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Military law and your rights

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If you have recently joined the military, you may not be aware that the Uniformed Code of Military Justice is the law of the land. It supersedes state and federal law for members of the military, and although civilian law and military law are very similar in many ways, they are different and it is important that you understand your rights as an individual. If you should find yourself in a situation where you are being arrested, you will have your UCMJ rights read to you instead of your Miranda rights that you are likely more familiar with. Here are a few basic tips you can keep in mind should you ever find yourself in trouble with the military police.

Just like if you are being arrested by civilian police, the first thing you should do is keep quiet and request a lawyer. Much like how the “anything you say can be used against you in a court of law” provision is present in Miranda rights, a similar phrase is present in your UCMJ rights so it is smart to never resist arrest, never argue with the military police and request a lawyer as soon as you possibly can. An interesting note, military members were granted the right to have their UCMJ rights read to them a full 16 years before the Supreme Court gave Miranda rights to civilians!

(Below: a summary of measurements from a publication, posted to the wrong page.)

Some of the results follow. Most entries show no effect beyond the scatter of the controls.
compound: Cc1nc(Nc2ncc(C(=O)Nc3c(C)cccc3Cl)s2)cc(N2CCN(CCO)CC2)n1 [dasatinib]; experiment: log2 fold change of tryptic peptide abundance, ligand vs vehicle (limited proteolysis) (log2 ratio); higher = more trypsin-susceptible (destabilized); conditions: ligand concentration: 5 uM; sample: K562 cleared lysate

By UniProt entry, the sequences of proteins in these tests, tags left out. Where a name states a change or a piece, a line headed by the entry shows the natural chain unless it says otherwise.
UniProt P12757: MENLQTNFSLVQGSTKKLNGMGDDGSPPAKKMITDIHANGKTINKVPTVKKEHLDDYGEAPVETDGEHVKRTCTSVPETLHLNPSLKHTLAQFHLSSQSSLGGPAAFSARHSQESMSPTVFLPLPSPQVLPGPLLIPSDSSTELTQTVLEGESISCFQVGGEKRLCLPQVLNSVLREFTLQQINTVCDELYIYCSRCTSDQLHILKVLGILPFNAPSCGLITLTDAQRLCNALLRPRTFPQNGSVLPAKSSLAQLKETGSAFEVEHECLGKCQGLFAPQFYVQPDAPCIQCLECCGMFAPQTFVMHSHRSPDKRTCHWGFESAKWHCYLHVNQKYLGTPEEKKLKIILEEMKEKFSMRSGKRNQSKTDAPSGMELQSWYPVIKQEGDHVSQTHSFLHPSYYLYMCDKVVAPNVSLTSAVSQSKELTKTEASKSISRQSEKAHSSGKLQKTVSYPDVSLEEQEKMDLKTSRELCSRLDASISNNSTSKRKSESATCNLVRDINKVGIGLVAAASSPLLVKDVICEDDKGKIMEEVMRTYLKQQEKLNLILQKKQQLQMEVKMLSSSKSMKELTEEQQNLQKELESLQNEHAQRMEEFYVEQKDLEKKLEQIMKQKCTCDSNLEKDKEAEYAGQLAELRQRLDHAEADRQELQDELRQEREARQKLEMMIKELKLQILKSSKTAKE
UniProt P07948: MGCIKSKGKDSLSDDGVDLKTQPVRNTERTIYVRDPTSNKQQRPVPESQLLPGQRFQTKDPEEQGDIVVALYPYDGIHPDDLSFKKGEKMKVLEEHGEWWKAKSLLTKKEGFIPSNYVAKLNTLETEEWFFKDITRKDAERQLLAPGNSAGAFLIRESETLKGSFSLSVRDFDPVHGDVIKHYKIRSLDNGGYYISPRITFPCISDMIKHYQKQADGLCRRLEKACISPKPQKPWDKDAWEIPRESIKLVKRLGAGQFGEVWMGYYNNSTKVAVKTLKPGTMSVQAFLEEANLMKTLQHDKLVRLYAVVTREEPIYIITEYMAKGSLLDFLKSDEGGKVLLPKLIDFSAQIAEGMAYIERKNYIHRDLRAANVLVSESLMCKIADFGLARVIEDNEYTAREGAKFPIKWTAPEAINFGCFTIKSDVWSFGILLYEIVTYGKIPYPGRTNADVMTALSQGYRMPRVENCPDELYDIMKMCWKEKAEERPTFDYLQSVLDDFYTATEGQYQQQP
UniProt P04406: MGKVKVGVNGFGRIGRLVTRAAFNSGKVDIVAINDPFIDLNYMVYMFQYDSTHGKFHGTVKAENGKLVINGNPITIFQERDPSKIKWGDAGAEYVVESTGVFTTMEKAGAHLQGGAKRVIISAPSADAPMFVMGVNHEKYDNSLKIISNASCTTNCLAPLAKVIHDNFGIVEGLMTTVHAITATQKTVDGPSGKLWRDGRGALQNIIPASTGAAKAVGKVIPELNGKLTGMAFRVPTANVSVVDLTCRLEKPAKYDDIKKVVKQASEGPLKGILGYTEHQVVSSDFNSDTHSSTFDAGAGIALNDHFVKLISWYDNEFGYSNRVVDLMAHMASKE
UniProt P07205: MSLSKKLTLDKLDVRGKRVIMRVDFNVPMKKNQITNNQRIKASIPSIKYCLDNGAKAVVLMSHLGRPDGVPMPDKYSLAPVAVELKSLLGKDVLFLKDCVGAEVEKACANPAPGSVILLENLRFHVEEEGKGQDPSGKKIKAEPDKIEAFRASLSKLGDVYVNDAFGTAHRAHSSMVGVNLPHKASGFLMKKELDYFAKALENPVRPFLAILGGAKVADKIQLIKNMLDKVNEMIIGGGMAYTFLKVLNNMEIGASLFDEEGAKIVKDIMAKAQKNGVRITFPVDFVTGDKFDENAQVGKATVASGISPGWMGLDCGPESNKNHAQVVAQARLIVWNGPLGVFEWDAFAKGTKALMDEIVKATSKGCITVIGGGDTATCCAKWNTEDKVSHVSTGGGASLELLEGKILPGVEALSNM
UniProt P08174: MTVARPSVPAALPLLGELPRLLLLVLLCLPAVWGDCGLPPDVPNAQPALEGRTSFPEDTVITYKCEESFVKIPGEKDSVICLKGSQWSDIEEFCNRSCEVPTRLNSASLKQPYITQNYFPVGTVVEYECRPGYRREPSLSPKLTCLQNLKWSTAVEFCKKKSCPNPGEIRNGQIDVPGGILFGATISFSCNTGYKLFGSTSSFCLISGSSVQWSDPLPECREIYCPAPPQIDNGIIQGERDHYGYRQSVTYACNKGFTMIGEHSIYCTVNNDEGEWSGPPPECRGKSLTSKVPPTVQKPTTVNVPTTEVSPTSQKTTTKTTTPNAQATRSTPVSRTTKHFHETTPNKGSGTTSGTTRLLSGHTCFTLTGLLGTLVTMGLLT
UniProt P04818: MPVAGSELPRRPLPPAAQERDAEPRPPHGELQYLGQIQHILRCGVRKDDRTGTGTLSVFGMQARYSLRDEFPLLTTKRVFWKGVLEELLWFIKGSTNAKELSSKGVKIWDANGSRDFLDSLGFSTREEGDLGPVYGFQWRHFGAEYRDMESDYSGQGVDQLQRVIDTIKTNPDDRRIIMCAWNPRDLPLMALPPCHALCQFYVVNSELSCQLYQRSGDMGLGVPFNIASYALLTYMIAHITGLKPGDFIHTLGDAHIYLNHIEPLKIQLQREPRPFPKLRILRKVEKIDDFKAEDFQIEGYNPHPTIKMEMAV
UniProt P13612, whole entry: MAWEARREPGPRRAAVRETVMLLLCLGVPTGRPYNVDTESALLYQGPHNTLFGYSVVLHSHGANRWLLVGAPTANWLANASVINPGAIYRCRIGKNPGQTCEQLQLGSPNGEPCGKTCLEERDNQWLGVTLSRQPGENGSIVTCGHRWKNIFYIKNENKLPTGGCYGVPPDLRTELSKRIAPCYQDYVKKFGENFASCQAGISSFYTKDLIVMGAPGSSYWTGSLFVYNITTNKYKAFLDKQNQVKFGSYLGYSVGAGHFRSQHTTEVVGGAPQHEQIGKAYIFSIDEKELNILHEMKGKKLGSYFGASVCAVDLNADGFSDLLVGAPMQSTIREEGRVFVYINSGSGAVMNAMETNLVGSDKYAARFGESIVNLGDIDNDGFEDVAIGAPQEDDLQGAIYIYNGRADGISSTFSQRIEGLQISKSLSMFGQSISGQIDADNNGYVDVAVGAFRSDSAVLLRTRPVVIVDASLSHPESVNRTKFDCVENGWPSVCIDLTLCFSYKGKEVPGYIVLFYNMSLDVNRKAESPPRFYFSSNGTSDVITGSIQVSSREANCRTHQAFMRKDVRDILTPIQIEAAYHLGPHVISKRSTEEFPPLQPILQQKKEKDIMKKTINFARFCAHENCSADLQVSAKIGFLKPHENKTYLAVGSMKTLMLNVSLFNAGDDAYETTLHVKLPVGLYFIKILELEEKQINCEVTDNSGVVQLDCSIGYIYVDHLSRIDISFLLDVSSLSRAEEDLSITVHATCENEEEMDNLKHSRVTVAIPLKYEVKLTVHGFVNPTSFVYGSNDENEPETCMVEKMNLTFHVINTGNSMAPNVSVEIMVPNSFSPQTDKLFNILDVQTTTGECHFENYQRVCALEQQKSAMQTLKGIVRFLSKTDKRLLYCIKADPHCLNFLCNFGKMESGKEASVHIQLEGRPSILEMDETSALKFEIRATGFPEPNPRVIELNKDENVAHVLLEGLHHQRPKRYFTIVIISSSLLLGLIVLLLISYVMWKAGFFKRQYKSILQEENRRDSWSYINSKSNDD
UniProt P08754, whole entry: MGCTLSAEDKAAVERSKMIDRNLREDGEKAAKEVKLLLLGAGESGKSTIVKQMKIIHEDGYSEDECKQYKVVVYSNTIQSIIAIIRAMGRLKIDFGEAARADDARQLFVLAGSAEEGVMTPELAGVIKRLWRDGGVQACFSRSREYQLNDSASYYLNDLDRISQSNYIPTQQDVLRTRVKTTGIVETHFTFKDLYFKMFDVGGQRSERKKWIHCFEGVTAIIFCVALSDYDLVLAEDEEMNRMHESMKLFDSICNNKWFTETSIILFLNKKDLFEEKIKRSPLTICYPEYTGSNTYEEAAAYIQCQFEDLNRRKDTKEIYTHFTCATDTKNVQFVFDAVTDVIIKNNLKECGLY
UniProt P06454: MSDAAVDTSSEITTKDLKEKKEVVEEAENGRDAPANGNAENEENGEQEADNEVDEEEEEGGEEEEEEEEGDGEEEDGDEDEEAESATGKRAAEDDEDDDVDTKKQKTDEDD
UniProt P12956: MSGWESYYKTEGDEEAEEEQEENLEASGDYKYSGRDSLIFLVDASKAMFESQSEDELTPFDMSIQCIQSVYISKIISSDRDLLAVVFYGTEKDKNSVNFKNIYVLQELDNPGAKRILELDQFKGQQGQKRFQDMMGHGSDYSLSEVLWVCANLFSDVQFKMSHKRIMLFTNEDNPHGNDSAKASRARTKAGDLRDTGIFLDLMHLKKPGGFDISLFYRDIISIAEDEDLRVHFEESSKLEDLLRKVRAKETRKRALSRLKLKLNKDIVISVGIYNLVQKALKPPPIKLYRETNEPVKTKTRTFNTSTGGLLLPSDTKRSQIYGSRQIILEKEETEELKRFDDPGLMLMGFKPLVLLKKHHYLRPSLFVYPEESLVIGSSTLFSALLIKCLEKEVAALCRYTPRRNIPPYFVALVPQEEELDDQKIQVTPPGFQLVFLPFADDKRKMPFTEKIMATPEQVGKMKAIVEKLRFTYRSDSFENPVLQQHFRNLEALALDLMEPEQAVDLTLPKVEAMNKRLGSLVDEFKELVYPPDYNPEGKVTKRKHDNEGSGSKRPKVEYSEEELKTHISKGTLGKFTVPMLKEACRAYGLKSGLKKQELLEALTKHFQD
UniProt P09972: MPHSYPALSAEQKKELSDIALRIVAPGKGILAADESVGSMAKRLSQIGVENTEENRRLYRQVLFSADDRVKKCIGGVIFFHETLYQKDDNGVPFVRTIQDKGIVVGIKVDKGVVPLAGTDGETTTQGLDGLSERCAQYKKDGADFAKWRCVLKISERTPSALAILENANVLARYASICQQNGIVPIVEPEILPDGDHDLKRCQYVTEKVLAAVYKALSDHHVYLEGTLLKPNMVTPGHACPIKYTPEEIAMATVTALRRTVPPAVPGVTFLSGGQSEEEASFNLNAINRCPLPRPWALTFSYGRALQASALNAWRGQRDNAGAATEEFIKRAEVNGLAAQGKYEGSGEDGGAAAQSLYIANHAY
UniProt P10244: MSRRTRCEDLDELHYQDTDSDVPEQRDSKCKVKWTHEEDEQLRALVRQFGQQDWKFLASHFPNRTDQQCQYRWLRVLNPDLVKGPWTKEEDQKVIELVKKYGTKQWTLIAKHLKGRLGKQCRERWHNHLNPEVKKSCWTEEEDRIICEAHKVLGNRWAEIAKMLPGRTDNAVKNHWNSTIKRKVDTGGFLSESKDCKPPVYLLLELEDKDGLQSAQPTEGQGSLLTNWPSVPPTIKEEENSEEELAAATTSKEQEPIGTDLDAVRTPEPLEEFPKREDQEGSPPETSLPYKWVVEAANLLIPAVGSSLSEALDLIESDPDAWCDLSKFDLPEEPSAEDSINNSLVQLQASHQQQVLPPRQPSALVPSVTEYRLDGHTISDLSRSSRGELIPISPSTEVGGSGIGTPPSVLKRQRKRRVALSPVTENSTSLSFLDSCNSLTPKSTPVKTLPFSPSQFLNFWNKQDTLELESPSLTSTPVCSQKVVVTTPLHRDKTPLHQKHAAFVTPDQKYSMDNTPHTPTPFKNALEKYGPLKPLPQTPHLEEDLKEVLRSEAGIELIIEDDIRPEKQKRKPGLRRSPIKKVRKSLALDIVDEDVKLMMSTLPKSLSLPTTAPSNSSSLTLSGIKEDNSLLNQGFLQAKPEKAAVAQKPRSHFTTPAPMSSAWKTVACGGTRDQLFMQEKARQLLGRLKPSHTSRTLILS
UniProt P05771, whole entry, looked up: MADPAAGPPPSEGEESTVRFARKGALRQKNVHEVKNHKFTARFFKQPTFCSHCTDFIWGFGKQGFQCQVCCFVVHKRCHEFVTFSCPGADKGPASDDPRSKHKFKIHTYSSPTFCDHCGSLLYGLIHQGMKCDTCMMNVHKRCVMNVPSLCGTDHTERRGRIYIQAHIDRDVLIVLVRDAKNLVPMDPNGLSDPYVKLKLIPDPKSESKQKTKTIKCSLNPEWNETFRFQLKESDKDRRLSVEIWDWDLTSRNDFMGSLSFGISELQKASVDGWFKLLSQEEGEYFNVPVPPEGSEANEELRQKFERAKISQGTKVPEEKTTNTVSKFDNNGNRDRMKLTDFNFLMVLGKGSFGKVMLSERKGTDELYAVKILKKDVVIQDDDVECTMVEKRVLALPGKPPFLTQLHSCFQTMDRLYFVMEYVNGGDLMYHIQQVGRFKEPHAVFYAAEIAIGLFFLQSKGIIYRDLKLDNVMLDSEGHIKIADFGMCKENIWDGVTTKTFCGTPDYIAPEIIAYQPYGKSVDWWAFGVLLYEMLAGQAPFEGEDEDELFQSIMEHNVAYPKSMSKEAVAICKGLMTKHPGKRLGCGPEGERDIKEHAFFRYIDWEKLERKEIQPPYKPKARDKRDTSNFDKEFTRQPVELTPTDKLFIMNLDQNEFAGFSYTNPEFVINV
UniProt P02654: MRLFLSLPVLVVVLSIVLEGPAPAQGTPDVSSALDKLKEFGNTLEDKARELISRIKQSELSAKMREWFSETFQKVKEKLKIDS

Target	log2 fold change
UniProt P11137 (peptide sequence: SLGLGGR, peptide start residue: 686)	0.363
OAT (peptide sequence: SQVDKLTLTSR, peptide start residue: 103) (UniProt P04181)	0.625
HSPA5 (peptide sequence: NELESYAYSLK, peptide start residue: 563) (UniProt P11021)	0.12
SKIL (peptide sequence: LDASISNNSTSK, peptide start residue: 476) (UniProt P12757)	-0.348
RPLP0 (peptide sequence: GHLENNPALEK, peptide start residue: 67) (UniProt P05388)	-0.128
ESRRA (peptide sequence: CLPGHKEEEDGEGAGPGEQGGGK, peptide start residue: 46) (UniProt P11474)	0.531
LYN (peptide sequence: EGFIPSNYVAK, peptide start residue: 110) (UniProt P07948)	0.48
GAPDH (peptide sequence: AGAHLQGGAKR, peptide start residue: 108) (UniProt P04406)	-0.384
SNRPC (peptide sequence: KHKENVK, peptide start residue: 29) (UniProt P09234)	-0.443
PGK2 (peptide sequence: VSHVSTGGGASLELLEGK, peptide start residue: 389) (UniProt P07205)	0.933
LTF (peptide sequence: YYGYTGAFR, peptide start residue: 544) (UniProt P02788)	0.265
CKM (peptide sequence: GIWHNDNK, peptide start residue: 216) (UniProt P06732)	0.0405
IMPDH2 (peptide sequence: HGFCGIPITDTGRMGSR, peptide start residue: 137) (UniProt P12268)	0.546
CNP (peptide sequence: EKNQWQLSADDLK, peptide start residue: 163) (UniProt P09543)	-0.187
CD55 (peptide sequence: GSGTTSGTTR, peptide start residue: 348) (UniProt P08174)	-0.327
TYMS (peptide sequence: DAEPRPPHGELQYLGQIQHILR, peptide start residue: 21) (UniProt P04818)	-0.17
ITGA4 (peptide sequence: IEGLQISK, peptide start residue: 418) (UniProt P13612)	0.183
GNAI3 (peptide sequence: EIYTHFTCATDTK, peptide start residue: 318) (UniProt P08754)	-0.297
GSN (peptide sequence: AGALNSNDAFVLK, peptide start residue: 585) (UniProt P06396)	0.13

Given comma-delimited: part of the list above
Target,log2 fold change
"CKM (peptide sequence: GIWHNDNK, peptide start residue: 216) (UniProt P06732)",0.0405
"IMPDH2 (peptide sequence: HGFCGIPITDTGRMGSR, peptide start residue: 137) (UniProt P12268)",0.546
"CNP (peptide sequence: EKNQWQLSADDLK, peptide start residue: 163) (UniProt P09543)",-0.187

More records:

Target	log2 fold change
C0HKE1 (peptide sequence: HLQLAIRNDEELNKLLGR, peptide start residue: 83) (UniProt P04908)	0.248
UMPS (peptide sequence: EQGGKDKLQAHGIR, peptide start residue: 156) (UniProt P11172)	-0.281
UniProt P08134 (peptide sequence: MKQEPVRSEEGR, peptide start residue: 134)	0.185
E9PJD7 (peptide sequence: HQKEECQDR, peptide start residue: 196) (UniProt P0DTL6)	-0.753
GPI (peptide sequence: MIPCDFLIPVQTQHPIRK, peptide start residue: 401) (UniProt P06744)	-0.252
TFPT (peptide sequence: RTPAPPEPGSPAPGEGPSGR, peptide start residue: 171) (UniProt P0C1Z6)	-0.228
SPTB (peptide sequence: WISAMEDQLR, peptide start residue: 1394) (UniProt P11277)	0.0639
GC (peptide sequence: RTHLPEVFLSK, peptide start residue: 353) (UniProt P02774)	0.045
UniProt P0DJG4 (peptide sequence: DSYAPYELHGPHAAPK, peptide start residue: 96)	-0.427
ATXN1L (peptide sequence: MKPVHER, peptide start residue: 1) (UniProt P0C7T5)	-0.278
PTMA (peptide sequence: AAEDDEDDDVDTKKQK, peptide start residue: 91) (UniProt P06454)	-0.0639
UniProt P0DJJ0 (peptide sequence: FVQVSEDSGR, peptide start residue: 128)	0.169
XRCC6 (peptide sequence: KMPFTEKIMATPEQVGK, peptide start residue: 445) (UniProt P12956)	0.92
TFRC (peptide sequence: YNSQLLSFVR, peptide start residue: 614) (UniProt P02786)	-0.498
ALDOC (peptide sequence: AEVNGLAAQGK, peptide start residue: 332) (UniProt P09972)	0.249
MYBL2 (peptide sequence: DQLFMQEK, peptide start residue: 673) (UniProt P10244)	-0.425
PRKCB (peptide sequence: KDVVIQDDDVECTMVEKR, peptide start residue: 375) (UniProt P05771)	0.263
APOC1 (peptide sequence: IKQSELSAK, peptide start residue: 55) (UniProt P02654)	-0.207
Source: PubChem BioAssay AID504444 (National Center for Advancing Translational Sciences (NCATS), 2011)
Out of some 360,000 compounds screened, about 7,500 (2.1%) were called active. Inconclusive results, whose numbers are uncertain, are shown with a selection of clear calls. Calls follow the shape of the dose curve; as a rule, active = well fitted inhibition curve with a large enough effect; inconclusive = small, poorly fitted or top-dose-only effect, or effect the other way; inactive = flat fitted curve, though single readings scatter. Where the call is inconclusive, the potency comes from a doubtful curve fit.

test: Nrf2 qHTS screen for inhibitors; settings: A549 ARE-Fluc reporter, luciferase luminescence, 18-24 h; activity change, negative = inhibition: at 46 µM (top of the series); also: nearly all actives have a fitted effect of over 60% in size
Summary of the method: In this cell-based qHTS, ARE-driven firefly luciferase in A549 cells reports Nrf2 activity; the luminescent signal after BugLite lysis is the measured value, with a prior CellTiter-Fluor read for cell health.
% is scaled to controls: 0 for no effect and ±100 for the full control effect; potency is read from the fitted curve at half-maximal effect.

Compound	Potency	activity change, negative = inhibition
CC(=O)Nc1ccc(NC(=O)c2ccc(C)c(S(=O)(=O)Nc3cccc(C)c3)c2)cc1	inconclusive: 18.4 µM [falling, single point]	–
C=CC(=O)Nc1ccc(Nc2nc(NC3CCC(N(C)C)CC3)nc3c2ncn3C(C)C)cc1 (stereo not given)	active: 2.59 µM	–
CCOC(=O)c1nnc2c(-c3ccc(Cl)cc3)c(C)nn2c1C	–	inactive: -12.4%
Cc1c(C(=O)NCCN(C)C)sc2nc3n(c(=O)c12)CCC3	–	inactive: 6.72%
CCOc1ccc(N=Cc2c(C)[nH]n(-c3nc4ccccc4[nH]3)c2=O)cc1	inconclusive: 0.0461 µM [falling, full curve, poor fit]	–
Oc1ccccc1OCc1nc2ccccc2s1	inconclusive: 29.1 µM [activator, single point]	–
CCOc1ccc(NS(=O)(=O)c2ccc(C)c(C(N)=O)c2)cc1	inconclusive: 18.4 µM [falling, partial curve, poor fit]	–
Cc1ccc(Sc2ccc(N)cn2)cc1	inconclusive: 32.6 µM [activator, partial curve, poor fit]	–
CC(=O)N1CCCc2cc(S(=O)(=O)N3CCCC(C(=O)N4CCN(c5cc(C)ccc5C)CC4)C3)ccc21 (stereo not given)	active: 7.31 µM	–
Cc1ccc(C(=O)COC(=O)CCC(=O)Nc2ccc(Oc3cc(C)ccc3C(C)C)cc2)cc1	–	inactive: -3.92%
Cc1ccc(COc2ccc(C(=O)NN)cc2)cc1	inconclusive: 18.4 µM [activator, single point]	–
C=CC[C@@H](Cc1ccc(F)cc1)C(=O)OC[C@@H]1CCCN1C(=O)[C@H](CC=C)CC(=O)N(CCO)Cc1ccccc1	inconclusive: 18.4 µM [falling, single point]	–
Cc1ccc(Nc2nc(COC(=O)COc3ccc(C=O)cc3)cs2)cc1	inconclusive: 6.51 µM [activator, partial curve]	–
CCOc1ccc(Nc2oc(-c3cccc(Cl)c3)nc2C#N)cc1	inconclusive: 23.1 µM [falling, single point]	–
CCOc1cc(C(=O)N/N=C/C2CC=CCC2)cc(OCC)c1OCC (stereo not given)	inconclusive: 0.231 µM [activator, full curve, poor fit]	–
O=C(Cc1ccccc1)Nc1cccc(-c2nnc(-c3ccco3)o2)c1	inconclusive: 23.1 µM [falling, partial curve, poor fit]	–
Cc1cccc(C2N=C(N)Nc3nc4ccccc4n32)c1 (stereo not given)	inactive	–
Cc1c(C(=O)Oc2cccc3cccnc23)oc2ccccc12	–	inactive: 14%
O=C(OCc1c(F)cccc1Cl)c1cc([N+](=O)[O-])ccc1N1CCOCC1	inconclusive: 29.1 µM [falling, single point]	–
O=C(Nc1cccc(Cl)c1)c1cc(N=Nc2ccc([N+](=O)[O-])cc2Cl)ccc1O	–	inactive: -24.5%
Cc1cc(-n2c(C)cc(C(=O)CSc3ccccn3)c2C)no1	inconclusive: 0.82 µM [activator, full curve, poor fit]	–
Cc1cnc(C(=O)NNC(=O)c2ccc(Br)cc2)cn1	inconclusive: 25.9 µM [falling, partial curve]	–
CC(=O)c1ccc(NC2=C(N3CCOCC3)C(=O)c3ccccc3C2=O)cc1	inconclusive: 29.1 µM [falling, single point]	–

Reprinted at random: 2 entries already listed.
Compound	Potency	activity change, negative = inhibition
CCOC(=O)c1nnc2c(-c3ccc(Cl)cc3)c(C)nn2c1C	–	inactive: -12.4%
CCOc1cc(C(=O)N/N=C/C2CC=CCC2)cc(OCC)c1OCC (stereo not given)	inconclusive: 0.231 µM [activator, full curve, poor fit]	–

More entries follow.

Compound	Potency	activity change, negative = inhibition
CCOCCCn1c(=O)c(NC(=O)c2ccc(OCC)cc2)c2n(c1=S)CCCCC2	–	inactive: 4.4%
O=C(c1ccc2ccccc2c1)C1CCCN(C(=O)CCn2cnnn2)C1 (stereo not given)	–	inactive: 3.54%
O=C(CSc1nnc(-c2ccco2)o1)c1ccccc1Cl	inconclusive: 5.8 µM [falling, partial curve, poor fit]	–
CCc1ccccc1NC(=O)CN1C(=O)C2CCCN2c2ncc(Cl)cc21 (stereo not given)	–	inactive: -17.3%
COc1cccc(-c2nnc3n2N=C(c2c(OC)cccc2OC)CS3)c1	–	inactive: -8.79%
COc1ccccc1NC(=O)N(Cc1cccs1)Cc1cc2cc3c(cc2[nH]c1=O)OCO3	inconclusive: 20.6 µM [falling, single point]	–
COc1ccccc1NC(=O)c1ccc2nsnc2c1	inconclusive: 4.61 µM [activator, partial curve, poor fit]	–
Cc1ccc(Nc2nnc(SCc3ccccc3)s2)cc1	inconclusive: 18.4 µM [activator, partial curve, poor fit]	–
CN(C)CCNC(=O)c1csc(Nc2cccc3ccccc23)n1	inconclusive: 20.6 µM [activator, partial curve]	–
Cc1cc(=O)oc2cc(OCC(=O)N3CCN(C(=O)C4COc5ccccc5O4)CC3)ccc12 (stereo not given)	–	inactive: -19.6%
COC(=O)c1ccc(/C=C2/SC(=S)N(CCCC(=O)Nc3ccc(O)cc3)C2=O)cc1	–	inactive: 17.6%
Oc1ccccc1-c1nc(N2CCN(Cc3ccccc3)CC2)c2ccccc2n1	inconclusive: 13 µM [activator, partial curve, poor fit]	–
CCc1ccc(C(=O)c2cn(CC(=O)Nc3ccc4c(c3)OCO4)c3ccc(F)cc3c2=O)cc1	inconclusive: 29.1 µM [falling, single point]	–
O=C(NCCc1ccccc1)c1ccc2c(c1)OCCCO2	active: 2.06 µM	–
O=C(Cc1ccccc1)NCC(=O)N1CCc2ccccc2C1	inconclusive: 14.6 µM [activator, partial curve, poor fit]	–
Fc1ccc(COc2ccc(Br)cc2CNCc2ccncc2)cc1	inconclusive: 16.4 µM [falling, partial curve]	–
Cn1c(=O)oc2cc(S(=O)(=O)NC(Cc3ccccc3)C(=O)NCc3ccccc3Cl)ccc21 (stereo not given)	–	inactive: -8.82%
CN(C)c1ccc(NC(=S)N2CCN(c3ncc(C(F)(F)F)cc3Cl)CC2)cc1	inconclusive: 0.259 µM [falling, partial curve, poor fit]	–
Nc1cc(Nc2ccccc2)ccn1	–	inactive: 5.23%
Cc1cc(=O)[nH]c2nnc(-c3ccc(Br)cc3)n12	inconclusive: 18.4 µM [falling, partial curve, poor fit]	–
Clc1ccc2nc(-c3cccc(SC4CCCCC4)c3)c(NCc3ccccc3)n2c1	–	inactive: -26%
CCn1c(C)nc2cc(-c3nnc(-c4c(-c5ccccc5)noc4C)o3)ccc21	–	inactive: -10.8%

The UCMJ spells out all of the rights afforded members of the military, so there really can’t be any confusion or misinterpretation of the rights you actually have. In addition to your Miranda-like rights, you also have the right to never incriminate yourself, again, just like in civilian law. You also have the right to know what you are being accused of, what you are being held for and what you are on trial for at all times. There are many rights present today in civilian law that came from military courts over the years.

It is important to note that your UCMJ rights actually differ from Miranda rights because you don’t have to be read your Miranda rights until you are arrested, but your UCMJ rights must be read to you as soon as you are a suspect of a crime. That means that if you were questioned, or brought into a police station without your UCMJ rights being read to you, there is a good chance that all of that information will be thrown out.

Ask any defense lawyer what you should do if you have your rights read to you and they will all tell you to ask for a lawyer as soon as you can. Remember, clamming up isn’t admitting guilt, no matter what the police officer tells you. He or she is trying to get a confession out of you so talking to them is often a bad idea.

As you can see, the UCMJ isn’t really all that different than civilian law, and many experts actually believe it is a much more fair way to try a case.

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